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Beginning with the ax murder of a young wife by her husband, and ending with the successful efforts of a Putnam County resident to promote the building of the Soldiers’ and Sailors” monument on the Circle in Indianapolis, Etcheson uses the personal stories of Putnam County, Indiana residents to present a picture of the social, political, and economic upheaval in a small northern community from the 1850’s to the end of the nineteenth century. Political maneuvering by Whigs, Republicans, Democrats, and Copperheads; racial tension directed at Irish and German immigrants as well as the fluctuating black population during the time period; and women who preferred to be dependent but suddenly had to rely upon themselves during and after the war are major themes in this history of change in Putnam County society during the war period. Etcheson’s research and documentation are impressive. Her book received the 2012 Avery O. Craven Award from The Organization of American Historians.
A stunning book even if it were only a book of beautiful photographs of lovingly restored buildings; A Home of Her Own is much more. A woman who had given up her a home during World War II and found healing work afterward in restoring the shell of an 1828 rural house, a Chicago artist who left a traditional house that had become an empty nest to turn an industrial loft into a haven for herself and her art, and a child who fell in love with an 1891 Victorian house that she bought and renovated as an adult are just a few of the fascinating women who formed connections with their homes that were often more lasting than some of their human relationships. The majority of the houses in the book are located in Indiana, and some have considerable historical significance. This book also won the 2012 silver medal in the Home and Garden Category of the Independent Publishers Awards.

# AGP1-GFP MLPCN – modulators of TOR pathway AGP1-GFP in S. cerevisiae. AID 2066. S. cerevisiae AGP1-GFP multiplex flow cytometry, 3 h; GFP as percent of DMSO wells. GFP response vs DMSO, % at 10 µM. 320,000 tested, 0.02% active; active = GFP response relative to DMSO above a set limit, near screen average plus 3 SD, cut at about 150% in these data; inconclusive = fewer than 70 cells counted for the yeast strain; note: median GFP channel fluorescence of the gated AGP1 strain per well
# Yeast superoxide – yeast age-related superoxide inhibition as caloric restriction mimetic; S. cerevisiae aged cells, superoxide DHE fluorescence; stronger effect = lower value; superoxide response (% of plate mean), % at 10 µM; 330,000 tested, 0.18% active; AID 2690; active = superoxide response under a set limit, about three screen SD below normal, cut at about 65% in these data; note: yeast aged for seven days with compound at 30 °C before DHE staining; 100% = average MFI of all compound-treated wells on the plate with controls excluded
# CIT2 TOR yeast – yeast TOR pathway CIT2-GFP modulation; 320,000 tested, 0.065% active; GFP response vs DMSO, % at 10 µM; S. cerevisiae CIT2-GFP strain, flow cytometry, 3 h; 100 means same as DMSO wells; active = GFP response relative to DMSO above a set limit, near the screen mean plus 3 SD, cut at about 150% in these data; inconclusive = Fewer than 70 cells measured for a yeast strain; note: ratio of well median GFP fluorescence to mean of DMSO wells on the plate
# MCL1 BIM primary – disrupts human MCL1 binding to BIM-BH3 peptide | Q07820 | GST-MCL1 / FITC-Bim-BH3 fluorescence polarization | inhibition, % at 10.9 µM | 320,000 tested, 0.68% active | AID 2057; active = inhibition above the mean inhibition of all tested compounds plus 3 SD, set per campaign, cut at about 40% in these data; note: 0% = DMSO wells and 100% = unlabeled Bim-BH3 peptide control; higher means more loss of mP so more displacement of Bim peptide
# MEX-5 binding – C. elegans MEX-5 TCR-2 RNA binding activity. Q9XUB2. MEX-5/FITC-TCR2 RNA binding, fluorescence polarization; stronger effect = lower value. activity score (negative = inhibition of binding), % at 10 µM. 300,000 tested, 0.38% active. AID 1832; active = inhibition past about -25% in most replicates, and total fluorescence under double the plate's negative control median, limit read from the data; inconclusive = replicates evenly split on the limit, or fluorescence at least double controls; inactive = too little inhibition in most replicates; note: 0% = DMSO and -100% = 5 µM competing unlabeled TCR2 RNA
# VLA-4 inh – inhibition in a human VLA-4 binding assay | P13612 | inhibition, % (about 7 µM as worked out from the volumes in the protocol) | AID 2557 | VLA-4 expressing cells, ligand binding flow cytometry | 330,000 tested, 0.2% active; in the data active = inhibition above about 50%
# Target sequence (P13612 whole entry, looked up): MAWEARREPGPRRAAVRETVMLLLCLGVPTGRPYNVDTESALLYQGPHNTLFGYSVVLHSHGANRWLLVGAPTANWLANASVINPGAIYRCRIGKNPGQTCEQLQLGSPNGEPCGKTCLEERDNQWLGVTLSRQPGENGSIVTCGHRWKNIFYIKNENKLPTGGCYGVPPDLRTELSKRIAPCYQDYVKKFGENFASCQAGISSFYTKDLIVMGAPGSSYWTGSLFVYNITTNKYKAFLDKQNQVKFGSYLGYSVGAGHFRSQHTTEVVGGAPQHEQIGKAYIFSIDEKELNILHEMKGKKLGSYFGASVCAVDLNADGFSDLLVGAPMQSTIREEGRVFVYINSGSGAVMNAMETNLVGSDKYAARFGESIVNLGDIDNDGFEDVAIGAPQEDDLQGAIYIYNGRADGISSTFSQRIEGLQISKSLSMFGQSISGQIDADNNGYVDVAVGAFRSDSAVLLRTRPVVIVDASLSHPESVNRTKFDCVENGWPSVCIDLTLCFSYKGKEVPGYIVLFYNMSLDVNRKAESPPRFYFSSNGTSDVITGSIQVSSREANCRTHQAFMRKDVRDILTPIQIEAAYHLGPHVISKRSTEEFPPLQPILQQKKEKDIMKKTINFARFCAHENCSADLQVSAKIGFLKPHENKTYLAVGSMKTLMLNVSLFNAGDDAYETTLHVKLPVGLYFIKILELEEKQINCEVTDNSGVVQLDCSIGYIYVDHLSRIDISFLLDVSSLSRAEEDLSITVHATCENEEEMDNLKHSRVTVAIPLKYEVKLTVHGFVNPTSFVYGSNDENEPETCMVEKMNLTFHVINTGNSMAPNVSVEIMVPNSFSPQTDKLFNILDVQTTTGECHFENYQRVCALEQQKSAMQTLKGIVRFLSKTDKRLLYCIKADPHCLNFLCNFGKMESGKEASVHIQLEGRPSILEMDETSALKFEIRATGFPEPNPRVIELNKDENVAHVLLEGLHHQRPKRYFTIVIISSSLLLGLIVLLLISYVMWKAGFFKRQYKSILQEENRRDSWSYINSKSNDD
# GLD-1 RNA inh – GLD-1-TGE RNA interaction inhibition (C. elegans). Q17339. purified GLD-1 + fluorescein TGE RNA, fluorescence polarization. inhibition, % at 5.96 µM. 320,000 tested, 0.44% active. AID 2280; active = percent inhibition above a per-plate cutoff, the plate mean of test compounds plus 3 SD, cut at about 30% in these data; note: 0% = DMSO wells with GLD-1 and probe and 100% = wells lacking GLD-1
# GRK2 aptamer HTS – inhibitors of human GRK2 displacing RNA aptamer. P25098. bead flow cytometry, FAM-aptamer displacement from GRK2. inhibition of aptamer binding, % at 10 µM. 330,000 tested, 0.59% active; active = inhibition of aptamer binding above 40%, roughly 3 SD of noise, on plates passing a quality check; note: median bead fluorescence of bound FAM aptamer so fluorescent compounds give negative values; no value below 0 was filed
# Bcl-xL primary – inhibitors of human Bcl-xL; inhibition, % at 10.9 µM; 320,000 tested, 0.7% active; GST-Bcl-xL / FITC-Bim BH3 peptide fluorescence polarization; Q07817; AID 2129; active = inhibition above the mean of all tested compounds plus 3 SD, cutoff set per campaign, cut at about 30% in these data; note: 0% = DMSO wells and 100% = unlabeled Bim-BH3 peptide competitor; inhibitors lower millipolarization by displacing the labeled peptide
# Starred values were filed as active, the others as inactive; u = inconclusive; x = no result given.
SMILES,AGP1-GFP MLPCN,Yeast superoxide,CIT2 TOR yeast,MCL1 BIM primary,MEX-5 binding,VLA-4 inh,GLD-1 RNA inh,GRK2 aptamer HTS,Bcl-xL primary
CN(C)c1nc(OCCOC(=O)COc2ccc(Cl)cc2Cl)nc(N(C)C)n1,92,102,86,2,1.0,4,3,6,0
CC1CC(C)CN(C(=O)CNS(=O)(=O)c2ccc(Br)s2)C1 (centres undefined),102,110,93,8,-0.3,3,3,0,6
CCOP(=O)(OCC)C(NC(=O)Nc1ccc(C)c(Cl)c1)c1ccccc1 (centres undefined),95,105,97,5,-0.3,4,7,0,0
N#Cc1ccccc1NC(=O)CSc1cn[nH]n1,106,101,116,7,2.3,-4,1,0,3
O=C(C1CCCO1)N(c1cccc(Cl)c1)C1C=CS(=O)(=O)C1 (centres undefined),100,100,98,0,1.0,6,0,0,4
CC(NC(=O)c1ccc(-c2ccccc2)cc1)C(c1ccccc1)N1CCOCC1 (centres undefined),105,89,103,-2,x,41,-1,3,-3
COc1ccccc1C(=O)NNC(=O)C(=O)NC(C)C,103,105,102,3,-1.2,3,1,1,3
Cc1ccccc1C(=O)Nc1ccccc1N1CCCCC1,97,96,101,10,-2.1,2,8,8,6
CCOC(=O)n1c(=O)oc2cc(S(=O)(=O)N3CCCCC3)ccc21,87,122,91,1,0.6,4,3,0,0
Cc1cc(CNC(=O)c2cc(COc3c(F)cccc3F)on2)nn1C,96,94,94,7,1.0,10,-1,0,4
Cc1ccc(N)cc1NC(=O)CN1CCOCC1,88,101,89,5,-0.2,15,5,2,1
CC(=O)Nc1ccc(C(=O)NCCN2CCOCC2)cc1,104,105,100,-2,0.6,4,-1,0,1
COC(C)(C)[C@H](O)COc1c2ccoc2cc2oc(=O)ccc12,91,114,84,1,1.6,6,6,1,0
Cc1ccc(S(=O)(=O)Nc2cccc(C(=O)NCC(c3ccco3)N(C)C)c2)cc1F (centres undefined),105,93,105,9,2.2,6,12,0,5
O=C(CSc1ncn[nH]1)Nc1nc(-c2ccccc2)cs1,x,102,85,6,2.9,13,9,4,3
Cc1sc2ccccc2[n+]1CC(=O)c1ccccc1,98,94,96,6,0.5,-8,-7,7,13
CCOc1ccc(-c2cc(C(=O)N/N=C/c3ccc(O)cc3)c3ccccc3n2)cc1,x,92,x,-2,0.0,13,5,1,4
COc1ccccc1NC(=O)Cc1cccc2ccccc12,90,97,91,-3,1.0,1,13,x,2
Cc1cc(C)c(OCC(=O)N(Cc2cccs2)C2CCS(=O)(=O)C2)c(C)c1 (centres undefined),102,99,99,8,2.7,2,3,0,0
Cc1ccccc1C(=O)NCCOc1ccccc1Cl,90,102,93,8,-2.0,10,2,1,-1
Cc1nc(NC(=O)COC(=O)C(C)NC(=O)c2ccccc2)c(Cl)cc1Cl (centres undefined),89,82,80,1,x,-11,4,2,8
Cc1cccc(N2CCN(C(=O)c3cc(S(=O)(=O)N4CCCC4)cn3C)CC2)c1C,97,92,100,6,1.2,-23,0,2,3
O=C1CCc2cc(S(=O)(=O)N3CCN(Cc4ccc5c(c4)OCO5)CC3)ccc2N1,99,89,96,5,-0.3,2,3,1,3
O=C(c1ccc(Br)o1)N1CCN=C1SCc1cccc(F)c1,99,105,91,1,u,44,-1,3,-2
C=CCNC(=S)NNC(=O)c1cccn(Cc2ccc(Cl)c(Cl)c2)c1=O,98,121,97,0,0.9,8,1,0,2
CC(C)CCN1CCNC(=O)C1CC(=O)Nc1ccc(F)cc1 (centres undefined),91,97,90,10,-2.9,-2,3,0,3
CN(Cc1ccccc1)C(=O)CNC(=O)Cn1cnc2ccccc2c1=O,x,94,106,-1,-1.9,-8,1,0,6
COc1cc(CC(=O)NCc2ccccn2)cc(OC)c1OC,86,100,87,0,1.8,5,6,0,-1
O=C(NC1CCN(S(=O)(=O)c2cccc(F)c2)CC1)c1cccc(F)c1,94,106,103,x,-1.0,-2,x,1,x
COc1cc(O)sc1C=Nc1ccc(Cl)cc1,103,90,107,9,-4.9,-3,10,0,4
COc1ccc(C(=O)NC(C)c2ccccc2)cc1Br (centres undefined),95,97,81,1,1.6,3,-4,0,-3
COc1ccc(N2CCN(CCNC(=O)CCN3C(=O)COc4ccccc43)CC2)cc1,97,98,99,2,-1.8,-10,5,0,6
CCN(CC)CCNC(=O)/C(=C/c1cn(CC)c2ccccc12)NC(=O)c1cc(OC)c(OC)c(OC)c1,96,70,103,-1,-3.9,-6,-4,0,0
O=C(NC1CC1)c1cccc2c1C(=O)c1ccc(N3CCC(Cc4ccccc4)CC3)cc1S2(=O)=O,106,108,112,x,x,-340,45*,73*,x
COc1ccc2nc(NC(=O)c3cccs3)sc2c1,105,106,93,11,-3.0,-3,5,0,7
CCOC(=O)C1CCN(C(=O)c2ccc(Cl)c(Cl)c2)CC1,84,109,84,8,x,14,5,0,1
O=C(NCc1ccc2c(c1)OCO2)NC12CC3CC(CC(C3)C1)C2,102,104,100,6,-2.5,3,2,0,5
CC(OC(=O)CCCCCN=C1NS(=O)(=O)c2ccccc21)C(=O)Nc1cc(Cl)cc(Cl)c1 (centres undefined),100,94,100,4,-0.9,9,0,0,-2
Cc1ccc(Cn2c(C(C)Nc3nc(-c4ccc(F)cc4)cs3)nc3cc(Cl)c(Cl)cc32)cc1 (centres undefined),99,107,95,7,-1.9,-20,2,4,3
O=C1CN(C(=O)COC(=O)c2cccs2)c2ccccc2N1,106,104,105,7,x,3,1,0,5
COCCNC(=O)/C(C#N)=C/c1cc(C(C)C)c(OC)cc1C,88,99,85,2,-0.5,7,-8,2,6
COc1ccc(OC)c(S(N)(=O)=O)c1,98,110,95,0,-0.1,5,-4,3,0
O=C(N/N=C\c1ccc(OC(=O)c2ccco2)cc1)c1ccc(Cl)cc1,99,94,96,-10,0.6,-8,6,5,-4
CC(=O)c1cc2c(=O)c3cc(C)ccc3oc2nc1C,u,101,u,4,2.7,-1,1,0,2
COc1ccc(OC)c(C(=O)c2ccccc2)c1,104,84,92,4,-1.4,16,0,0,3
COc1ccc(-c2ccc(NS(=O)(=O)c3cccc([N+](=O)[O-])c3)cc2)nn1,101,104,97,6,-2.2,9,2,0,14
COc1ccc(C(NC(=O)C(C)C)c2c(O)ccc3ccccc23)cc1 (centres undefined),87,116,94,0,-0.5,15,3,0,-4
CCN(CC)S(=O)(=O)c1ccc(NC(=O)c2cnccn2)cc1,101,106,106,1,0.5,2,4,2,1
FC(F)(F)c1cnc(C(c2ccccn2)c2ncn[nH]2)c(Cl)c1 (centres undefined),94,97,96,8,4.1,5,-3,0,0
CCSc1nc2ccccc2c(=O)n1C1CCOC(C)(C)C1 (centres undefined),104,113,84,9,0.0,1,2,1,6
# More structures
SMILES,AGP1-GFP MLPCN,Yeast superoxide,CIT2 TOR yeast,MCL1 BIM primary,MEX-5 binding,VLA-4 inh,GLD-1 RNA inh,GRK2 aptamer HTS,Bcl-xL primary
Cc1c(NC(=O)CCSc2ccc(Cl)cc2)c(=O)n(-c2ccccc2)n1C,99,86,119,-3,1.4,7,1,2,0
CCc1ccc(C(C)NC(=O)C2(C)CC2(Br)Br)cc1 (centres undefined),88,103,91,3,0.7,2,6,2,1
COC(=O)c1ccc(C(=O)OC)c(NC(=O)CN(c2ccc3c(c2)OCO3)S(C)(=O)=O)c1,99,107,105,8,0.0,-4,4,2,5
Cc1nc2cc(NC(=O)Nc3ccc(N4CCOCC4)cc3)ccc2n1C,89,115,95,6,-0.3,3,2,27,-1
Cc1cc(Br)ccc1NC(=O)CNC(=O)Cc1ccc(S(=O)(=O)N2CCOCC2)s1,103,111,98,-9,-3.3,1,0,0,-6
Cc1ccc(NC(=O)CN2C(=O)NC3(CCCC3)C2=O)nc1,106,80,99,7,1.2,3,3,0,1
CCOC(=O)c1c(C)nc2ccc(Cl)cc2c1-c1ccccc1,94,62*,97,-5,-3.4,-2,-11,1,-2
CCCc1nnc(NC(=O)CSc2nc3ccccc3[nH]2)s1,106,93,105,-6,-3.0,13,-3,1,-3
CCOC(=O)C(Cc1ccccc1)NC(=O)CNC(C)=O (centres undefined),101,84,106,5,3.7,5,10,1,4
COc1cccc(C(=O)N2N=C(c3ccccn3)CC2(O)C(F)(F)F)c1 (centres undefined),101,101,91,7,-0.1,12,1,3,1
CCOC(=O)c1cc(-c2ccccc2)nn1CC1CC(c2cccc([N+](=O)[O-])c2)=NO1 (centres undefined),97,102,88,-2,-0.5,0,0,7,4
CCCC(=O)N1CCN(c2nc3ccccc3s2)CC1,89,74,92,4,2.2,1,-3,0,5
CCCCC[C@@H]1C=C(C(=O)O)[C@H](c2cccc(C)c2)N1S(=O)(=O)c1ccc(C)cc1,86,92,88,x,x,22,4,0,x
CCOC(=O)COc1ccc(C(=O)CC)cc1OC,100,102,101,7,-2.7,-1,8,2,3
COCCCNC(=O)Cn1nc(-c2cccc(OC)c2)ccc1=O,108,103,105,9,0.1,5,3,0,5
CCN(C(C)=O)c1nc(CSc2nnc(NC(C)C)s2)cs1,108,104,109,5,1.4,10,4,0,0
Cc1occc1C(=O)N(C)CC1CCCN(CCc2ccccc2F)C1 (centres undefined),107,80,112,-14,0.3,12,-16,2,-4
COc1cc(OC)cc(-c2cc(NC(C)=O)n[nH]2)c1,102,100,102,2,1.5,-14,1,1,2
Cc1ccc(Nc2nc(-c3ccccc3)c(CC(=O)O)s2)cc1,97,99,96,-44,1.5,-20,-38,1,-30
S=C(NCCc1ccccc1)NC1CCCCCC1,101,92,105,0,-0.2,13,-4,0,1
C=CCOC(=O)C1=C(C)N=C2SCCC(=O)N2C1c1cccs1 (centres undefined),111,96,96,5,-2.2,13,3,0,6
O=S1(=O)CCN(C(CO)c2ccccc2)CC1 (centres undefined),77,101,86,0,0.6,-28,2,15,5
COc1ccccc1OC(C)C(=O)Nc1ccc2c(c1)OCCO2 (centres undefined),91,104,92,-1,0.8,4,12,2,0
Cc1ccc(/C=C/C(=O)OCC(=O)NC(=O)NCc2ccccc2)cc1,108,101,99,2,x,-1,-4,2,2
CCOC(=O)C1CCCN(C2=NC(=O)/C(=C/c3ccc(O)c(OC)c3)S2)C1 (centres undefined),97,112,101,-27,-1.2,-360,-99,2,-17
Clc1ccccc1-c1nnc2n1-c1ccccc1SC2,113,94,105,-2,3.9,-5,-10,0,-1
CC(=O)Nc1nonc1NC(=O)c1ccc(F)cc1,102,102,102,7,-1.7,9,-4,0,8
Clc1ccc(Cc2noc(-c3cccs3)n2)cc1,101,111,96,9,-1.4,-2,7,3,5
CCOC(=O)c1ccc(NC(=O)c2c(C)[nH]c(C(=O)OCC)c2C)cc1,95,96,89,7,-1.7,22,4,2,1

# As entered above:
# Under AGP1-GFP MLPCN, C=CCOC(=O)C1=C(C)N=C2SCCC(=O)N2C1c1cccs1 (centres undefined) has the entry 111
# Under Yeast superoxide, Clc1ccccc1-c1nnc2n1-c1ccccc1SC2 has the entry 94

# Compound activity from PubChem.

Bean Blossom, in Brown County, Indiana was a very isolated small town--the local highway unpaved until the mid-1930’s and electric service unavailable until 1936. Local music traditions thrived in Brown County, and radio created an appetite for live radio barn-dances that led to local and regional live shows. The Brown County Jamboree arose in Bean Blossom around 1939, featuring free shows and an open-air platform. Audience size was impressive, so promoters turned the shows into a moneymaker. From big top tent to an old barn, the venture grew, and was bought in 1952 by the father of bluegrass, Bill Monroe, who founded the Bean Blossom Bluegrass Festival in 1967. Adler’s book is a well-documented, enjoyable history of the place, the time, and the music.